skip to Main Content

Buying Land and Selecting Construction Site

There are plenty of things to think about when developing land near a river. Consideration of these issues before you buy or build will help prevent unexpected expenses and challenges. Choosing the right location before you build is far easier and cheaper than dealing with flood and erosion emergencies.

Floodplains

Rivers in Montana are wild and do not always stay within their banks. During the spring melt or after intense rains Montana’s rivers periodically spill over their banks into the adjacent land, or the floodplain. To avoid getting wet, locate buildings and permanent structures well outside the 100-year floodplain, which is the land that has a 1% change of flooding in any given year. Learn about flood insurance.

               Takeaways

  1. Before you build, find your 100-year floodplain and check local regulations
  2. Build outside the floodplain to protect your investments from flooding
  3. A common misconception is that a 100-year flood happens every 100 years. 100-year floods have a 1-in-100 chance of happening in any given year.

 

 

 

How can I find out where the floodplain is?

  • FEMA provides official floodplain maps
  • Your city or county planning department may have floodplains maps and recommendations
  • If you need help finding floodplain maps in your area, talk to your local conservation district

 

 

 

Example of 100-year floodplain along the Yellowstone River.

To avoid risk of flooding, build outside the floodplain.

 

 

 

 

 

Choosing to build outside the floodplain will reduce the need to build expensive and environmentally damaging flood control structures. While it may be inconvenient for us, flooding is an important mechanism for maintaining river health. Floodplains spread and store water during high flows, reducing damaging erosion and further flooding downstream. Floodwaters exchange nutrients, sediments, and organisms between the channel and the floodplain, creating unique habitats that are critical for the survival and reproduction of many species.

Septic Systems

As a homeowner, you are responsible for maintaining your septic system. Proper design, construction, and maintenance of a septic system are essential for the safety of your health and the environment.

The EPA lists four things you can do protect your septic system:

  1. Inspect your system every year and pump the tank every 3-5 years or as necessary
  2. Use water efficiently
  3. Don’t dispose of household wastes in sinks or toilets
  4. Care for your drainfield

Septic systems in Montana must meet state, city, and county regulations. Some regulations include having a drain field at least 100 feet away from the nearest 100 year floodplain and the bottom of the drainfield 4 feet above the 100 year flood elevation. Get in touch with your county health/sanitation department to learn about requirements and permits that you will need to install a new septic system.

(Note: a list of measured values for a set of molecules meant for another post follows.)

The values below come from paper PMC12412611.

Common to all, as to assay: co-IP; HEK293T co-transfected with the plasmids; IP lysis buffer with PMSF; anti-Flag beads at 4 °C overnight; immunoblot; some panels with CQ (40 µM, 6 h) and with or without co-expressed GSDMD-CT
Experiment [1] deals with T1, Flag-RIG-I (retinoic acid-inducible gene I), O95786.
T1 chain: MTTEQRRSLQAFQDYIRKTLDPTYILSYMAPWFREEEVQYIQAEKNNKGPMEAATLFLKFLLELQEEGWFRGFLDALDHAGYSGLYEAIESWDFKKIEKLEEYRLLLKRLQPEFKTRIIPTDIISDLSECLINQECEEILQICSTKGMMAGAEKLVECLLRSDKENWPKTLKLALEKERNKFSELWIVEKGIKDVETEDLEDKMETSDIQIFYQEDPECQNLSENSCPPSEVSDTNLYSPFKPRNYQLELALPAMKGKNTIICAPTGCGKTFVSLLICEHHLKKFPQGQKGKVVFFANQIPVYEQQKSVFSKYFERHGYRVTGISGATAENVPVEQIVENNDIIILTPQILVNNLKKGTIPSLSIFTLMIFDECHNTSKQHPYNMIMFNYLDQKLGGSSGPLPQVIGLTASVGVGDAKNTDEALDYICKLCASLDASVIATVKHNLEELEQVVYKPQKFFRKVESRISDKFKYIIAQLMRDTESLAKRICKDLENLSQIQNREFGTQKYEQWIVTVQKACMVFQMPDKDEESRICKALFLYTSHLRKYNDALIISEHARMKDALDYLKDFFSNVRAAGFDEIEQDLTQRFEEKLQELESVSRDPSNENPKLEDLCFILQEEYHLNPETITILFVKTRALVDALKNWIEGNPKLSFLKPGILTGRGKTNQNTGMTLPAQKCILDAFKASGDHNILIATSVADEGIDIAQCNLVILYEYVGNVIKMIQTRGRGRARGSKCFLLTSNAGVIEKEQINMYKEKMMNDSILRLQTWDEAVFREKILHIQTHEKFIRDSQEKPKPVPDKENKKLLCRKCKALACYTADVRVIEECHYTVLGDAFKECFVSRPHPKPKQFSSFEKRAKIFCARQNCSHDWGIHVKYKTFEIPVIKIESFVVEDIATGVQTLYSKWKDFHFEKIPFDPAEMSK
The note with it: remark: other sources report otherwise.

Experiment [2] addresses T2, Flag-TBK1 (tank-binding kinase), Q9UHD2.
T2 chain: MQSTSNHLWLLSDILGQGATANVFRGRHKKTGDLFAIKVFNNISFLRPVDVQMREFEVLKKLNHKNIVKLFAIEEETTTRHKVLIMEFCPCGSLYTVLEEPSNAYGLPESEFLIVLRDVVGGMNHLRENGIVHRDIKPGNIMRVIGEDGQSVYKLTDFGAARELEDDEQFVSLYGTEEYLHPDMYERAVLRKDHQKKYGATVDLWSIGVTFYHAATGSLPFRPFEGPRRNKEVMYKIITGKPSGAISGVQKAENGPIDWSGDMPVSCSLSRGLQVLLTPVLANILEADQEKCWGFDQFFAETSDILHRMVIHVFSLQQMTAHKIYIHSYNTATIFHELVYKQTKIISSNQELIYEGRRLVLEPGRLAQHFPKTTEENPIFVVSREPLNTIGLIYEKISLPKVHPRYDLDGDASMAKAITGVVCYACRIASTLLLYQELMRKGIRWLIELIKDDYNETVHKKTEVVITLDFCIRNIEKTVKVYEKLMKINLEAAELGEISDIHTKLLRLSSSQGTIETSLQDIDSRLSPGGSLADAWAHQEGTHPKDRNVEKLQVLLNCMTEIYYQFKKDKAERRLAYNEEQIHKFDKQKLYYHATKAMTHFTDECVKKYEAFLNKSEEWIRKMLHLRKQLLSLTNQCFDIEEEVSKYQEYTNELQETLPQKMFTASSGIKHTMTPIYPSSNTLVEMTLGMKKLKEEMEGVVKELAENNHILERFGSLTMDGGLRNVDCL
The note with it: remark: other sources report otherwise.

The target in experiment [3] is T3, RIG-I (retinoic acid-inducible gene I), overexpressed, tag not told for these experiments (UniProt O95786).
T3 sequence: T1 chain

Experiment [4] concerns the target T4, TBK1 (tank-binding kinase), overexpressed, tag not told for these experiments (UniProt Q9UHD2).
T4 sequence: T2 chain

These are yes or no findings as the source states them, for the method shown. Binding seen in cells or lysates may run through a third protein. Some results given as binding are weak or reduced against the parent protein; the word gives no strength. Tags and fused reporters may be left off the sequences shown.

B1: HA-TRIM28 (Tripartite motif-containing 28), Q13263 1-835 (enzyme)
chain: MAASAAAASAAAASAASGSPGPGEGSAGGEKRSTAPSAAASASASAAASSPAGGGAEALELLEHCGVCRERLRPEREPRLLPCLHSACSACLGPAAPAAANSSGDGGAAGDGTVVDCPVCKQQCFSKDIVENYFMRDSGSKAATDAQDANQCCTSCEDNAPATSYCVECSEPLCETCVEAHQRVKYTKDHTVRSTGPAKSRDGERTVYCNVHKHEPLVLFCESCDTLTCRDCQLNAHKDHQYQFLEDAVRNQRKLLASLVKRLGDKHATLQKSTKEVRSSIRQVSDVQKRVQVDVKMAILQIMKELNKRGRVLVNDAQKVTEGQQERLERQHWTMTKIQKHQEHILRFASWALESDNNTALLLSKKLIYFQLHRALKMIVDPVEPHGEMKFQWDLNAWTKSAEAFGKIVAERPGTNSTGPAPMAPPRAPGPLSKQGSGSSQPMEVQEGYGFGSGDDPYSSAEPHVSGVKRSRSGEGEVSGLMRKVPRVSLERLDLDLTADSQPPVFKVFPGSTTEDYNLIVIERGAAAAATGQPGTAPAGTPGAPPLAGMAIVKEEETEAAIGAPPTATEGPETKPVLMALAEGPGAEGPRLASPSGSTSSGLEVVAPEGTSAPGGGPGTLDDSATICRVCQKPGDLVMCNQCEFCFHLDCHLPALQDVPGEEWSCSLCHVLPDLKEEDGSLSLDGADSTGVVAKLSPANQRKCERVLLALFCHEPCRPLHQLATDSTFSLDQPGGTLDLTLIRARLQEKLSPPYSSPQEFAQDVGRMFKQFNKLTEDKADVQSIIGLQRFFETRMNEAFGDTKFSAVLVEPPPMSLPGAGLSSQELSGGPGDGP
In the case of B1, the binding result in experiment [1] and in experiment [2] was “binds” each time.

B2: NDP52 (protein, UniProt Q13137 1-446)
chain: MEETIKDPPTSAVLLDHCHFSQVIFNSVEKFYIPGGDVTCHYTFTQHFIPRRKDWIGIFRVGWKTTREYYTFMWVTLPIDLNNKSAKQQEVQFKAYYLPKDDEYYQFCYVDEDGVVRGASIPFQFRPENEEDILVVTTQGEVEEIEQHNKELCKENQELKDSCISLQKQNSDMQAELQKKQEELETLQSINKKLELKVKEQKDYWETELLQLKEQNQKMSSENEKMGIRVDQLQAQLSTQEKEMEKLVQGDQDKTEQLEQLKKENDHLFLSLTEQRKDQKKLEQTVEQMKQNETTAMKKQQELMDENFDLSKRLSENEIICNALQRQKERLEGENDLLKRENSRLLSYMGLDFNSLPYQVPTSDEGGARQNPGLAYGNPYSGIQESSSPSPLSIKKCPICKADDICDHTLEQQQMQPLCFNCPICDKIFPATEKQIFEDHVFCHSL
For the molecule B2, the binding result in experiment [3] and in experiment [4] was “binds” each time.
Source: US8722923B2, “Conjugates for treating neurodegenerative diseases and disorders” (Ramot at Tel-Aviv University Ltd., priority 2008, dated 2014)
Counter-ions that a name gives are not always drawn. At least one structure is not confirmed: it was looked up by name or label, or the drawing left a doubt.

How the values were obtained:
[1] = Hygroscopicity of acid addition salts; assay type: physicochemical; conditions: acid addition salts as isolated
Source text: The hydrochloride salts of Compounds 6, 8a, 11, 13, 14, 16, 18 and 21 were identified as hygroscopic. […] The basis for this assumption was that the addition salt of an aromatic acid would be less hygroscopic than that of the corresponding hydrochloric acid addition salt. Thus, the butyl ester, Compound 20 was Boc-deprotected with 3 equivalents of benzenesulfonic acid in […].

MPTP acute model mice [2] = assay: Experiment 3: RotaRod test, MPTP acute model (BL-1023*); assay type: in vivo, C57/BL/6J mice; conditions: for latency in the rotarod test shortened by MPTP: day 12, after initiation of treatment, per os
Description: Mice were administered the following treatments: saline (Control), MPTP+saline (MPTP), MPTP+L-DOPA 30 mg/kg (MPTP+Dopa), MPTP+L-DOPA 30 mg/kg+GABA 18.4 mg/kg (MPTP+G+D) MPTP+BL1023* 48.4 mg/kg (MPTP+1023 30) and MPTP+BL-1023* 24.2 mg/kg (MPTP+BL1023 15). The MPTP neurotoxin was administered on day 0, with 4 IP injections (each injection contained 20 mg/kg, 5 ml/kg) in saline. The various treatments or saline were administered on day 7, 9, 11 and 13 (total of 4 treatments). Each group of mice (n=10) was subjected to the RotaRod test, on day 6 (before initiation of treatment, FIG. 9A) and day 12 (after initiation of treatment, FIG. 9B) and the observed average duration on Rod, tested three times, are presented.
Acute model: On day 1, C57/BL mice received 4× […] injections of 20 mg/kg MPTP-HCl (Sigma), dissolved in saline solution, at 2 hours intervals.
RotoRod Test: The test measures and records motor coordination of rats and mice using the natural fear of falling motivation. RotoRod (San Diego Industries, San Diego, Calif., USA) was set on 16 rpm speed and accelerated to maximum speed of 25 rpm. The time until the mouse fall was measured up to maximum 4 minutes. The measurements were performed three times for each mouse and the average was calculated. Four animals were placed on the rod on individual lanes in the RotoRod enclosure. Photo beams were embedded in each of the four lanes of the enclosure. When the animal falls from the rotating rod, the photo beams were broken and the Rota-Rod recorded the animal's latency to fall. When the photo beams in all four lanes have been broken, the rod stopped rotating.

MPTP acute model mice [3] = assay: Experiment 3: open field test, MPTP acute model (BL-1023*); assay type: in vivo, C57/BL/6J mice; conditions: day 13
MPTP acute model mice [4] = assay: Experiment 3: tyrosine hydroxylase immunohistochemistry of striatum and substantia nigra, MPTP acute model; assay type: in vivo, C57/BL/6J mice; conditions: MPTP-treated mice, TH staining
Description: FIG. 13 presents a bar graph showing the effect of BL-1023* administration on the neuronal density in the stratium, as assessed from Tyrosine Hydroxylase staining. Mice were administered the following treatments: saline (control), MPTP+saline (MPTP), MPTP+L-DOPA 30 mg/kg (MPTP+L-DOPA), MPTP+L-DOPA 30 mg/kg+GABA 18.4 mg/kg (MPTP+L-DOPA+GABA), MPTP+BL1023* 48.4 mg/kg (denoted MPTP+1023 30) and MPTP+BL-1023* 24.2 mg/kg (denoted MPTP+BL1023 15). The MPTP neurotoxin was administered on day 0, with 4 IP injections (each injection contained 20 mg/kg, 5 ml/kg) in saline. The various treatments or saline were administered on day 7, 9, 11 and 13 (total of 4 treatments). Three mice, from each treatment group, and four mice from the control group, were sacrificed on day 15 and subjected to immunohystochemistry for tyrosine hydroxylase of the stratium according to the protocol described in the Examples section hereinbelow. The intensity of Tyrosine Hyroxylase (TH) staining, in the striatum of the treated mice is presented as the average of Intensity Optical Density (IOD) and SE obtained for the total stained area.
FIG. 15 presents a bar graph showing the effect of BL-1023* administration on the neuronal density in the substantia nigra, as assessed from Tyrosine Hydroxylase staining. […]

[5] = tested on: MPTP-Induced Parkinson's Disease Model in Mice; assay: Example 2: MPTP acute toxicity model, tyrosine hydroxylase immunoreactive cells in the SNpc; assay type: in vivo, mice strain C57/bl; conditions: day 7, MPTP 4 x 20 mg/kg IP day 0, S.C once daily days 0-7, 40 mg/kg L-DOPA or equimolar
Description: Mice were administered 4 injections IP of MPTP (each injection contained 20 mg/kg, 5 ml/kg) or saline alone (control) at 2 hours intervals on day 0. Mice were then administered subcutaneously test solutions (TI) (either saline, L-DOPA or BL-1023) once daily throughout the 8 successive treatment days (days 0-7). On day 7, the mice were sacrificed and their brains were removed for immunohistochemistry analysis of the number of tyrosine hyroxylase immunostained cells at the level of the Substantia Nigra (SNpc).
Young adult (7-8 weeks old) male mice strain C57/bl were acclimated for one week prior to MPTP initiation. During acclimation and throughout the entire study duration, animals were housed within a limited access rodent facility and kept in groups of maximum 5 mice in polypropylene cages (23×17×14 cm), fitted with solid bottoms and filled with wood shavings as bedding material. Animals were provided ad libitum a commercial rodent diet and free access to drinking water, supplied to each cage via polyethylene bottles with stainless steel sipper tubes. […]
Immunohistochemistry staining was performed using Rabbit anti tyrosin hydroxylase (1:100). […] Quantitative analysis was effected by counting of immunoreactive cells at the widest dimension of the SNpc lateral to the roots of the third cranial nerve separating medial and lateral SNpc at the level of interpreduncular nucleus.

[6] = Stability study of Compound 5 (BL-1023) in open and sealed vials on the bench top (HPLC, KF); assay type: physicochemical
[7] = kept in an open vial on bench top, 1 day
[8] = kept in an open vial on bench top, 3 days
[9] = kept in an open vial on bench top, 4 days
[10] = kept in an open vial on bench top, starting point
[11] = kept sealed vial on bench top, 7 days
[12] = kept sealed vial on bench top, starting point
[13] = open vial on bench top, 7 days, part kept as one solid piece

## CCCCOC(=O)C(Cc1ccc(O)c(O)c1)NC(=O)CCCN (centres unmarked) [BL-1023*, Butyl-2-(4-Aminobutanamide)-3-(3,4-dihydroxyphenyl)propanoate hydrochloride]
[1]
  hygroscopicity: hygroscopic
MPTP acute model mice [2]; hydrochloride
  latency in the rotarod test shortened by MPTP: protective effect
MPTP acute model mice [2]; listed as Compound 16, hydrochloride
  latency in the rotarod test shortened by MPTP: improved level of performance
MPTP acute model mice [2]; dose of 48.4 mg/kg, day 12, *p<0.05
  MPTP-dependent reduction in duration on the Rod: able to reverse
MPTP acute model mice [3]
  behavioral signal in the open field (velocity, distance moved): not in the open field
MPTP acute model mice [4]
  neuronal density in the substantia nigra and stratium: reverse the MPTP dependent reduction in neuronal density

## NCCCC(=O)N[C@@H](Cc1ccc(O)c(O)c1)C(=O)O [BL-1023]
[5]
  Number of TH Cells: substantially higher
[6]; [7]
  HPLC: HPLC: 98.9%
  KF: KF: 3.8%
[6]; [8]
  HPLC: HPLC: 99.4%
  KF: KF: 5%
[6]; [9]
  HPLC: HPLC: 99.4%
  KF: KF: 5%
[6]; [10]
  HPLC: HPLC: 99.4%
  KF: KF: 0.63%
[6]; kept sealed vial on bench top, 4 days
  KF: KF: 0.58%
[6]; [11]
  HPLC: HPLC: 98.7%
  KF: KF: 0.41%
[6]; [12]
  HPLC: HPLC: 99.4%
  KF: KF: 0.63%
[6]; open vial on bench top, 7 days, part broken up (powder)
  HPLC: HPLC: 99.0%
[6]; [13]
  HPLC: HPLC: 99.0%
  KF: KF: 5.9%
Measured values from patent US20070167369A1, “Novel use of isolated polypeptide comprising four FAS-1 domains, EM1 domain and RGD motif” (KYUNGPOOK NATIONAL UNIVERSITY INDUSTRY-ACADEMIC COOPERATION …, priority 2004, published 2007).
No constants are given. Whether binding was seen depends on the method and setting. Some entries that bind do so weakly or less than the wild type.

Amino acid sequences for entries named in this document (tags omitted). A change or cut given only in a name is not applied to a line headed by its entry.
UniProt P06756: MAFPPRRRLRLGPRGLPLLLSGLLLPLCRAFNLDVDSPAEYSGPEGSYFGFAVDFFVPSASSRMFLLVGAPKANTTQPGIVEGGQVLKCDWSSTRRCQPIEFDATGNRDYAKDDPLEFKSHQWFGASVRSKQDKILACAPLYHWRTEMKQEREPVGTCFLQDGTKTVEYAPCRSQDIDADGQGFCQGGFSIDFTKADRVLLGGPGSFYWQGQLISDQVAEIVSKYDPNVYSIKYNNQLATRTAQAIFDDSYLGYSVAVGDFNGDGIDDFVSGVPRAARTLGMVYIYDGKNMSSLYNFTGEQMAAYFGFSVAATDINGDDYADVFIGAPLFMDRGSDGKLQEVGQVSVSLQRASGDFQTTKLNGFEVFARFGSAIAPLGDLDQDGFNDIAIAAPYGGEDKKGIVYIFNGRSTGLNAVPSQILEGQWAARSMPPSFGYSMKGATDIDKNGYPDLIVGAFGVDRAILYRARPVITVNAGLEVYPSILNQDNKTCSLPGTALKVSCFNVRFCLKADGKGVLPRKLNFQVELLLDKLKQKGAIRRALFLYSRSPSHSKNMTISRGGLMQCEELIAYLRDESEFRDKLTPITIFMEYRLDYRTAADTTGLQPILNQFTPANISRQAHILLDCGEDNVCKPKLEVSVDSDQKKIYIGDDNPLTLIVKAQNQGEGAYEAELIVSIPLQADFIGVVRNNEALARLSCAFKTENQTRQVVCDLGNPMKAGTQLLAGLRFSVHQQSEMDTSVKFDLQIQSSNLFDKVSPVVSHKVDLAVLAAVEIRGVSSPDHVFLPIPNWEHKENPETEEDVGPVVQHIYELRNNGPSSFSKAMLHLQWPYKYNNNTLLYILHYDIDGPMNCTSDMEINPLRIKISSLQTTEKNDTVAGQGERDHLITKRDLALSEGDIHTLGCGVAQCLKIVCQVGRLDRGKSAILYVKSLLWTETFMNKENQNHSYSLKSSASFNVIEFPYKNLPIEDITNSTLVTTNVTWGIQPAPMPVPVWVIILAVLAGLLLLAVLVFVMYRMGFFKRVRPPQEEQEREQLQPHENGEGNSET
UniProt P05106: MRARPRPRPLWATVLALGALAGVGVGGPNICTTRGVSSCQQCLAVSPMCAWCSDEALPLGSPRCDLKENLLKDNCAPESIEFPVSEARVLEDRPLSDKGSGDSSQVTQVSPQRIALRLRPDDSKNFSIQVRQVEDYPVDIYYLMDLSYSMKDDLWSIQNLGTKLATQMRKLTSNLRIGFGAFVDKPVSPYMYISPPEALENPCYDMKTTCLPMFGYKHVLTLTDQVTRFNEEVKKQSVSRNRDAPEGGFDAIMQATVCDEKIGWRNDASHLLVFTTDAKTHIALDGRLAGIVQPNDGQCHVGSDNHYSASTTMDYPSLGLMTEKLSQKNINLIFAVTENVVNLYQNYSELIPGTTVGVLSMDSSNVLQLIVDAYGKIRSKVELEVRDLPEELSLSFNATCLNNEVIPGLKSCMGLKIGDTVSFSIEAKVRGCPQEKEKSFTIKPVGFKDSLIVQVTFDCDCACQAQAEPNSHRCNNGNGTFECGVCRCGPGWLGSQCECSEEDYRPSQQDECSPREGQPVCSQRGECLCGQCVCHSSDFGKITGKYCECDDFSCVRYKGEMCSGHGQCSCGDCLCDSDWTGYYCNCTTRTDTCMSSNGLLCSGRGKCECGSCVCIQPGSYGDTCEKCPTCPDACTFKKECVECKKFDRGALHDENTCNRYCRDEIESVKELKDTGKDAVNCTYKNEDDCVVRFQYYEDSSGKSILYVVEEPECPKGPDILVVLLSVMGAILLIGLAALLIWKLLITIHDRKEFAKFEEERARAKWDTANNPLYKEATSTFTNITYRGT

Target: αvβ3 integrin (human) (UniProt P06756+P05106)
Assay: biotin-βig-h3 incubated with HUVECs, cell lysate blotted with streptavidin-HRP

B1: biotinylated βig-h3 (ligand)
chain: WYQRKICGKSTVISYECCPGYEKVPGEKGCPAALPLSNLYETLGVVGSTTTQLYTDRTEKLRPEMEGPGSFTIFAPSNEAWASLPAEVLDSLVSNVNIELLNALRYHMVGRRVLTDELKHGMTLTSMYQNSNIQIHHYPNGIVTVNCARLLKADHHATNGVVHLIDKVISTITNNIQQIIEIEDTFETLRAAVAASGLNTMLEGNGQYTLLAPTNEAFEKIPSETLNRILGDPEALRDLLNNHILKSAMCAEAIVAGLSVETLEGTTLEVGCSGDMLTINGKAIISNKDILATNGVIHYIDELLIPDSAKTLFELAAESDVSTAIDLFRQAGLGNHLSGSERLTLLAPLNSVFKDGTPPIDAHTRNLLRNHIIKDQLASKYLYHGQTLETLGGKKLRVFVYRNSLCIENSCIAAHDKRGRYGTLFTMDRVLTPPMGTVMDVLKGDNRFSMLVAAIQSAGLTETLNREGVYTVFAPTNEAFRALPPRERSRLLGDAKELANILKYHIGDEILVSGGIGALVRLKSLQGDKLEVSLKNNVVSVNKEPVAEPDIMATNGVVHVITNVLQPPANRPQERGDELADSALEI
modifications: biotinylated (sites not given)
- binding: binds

Guides and Resources:

State of Montana Subsurface Wastewater Standards

EPA Homeowner’s Guide to Septic Systems

EPA Homeowner’s Septic System Checklist

Potential Hazards

Additional things to watch out for to avoid future problems:

  • Steep or vertical bank without vegetation cover: Vegetation protects banks from erosion. A steep bank without vegetation is undergoing active erosion and indicates channel movement.

 

This bank is bare of vegetation and being eroded. The grassy area behind the bank is not safe for development, as it will soon be threatened with erosion.

Maintaining robust vegetation cover – shrubs and trees, not lawns – along the river bank should always be your first choice in protecting your property from erosion. Lawns are not sufficient to prevent erosion.

 

 

 

 

  • Evidence of downslope movement of soil: both along streams and in upland areas

Downslope movement of soil (sloughing) indicates that an area is undergoing active erosion.

 

 

 

  • Ice jams: Rivers freeze in Montana! Ice jams are sudden floods caused by ice buildup on rivers causing the water to backup into the floodplain. Talk to your neighbors and your conservation district to learn if your area is prone to ice jams. The dangers of ice jams further reinforce the importance of building at a safe distance away from the river bank. This website maps ice jams across the state and has more information.
Ice Jam on the Yellowstone River in Montana (Source: NPS)
  • Outside bends: River bends are where erosion and deposition are actively occurring. Outside bends tend to propagate down the channel. Building near an outside bend is hazardous and should be avoided.
A house built at the outside of this bend would have been gone in a few years